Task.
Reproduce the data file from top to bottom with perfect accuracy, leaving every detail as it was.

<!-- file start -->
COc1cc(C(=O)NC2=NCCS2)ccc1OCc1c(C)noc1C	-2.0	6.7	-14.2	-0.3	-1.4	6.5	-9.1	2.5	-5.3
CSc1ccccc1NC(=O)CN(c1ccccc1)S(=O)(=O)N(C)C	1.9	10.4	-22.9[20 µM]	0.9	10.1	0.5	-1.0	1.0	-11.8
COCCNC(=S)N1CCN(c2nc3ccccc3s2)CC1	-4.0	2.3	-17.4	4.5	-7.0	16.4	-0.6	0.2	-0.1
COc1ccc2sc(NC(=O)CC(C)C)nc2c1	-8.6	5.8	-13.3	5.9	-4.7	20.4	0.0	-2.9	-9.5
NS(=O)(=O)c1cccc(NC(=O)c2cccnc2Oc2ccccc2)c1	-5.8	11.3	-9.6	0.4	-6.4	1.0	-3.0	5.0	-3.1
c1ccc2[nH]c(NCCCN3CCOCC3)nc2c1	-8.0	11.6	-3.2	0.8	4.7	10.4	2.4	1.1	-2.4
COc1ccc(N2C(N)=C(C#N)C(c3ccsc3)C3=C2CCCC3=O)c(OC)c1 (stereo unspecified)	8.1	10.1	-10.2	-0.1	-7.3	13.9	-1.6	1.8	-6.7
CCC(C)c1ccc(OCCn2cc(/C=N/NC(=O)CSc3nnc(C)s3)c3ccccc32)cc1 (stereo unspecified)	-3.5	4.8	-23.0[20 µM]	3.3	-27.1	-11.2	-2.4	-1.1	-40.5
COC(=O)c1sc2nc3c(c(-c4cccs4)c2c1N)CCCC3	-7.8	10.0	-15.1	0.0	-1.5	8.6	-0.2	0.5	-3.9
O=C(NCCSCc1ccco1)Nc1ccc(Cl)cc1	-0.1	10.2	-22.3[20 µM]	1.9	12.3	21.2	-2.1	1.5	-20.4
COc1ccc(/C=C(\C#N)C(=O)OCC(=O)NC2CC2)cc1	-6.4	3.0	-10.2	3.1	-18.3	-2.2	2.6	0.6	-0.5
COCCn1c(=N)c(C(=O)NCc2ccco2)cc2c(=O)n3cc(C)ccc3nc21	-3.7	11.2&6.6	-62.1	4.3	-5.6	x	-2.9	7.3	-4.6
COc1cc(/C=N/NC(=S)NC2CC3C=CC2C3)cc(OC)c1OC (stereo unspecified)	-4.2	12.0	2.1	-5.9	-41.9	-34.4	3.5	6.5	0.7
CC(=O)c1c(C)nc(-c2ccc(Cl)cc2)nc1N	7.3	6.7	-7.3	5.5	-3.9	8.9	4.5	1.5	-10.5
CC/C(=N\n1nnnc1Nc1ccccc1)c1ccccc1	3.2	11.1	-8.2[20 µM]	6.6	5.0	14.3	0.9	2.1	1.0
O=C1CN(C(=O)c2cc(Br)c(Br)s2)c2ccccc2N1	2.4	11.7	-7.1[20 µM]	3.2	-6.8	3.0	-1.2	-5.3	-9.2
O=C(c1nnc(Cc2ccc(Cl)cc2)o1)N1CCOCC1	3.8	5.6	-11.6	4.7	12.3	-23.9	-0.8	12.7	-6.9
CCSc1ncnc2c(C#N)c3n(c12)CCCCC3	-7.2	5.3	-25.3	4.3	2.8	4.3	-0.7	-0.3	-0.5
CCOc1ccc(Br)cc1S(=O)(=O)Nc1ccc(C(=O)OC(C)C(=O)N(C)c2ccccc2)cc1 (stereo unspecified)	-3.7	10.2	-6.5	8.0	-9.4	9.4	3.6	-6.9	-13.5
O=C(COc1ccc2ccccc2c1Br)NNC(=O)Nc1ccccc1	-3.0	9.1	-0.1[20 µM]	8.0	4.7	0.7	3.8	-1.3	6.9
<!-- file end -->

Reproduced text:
COc1cc(C(=O)NC2=NCCS2)ccc1OCc1c(C)noc1C	-2.0	6.7	-14.2	-0.3	-1.4	6.5	-9.1	2.5	-5.3
CSc1ccccc1NC(=O)CN(c1ccccc1)S(=O)(=O)N(C)C	1.9	10.4	-22.9[20 µM]	0.9	10.1	0.5	-1.0	1.0	-11.8
COCCNC(=S)N1CCN(c2nc3ccccc3s2)CC1	-4.0	2.3	-17.4	4.5	-7.0	16.4	-0.6	0.2	-0.1
COc1ccc2sc(NC(=O)CC(C)C)nc2c1	-8.6	5.8	-13.3	5.9	-4.7	20.4	0.0	-2.9	-9.5
NS(=O)(=O)c1cccc(NC(=O)c2cccnc2Oc2ccccc2)c1	-5.8	11.3	-9.6	0.4	-6.4	1.0	-3.0	5.0	-3.1
c1ccc2[nH]c(NCCCN3CCOCC3)nc2c1	-8.0	11.6	-3.2	0.8	4.7	10.4	2.4	1.1	-2.4
COc1ccc(N2C(N)=C(C#N)C(c3ccsc3)C3=C2CCCC3=O)c(OC)c1 (stereo unspecified)	8.1	10.1	-10.2	-0.1	-7.3	13.9	-1.6	1.8	-6.7
CCC(C)c1ccc(OCCn2cc(/C=N/NC(=O)CSc3nnc(C)s3)c3ccccc32)cc1 (stereo unspecified)	-3.5	4.8	-23.0[20 µM]	3.3	-27.1	-11.2	-2.4	-1.1	-40.5
COC(=O)c1sc2nc3c(c(-c4cccs4)c2c1N)CCCC3	-7.8	10.0	-15.1	0.0	-1.5	8.6	-0.2	0.5	-3.9
O=C(NCCSCc1ccco1)Nc1ccc(Cl)cc1	-0.1	10.2	-22.3[20 µM]	1.9	12.3	21.2	-2.1	1.5	-20.4
COc1ccc(/C=C(\C#N)C(=O)OCC(=O)NC2CC2)cc1	-6.4	3.0	-10.2	3.1	-18.3	-2.2	2.6	0.6	-0.5
COCCn1c(=N)c(C(=O)NCc2ccco2)cc2c(=O)n3cc(C)ccc3nc21	-3.7	11.2&6.6	-62.1	4.3	-5.6	x	-2.9	7.3	-4.6
COc1cc(/C=N/NC(=S)NC2CC3C=CC2C3)cc(OC)c1OC (stereo unspecified)	-4.2	12.0	2.1	-5.9	-41.9	-34.4	3.5	6.5	0.7
CC(=O)c1c(C)nc(-c2ccc(Cl)cc2)nc1N	7.3	6.7	-7.3	5.5	-3.9	8.9	4.5	1.5	-10.5
CC/C(=N\n1nnnc1Nc1ccccc1)c1ccccc1	3.2	11.1	-8.2[20 µM]	6.6	5.0	14.3	0.9	2.1	1.0
O=C1CN(C(=O)c2cc(Br)c(Br)s2)c2ccccc2N1	2.4	11.7	-7.1[20 µM]	3.2	-6.8	3.0	-1.2	-5.3	-9.2
O=C(c1nnc(Cc2ccc(Cl)cc2)o1)N1CCOCC1	3.8	5.6	-11.6	4.7	12.3	-23.9	-0.8	12.7	-6.9
CCSc1ncnc2c(C#N)c3n(c12)CCCCC3	-7.2	5.3	-25.3	4.3	2.8	4.3	-0.7	-0.3	-0.5
CCOc1ccc(Br)cc1S(=O)(=O)Nc1ccc(C(=O)OC(C)C(=O)N(C)c2ccccc2)cc1 (stereo unspecified)	-3.7	10.2	-6.5	8.0	-9.4	9.4	3.6	-6.9	-13.5
O=C(COc1ccc2ccccc2c1Br)NNC(=O)Nc1ccccc1	-3.0	9.1	-0.1[20 µM]	8.0	4.7	0.7	3.8	-1.3	6.9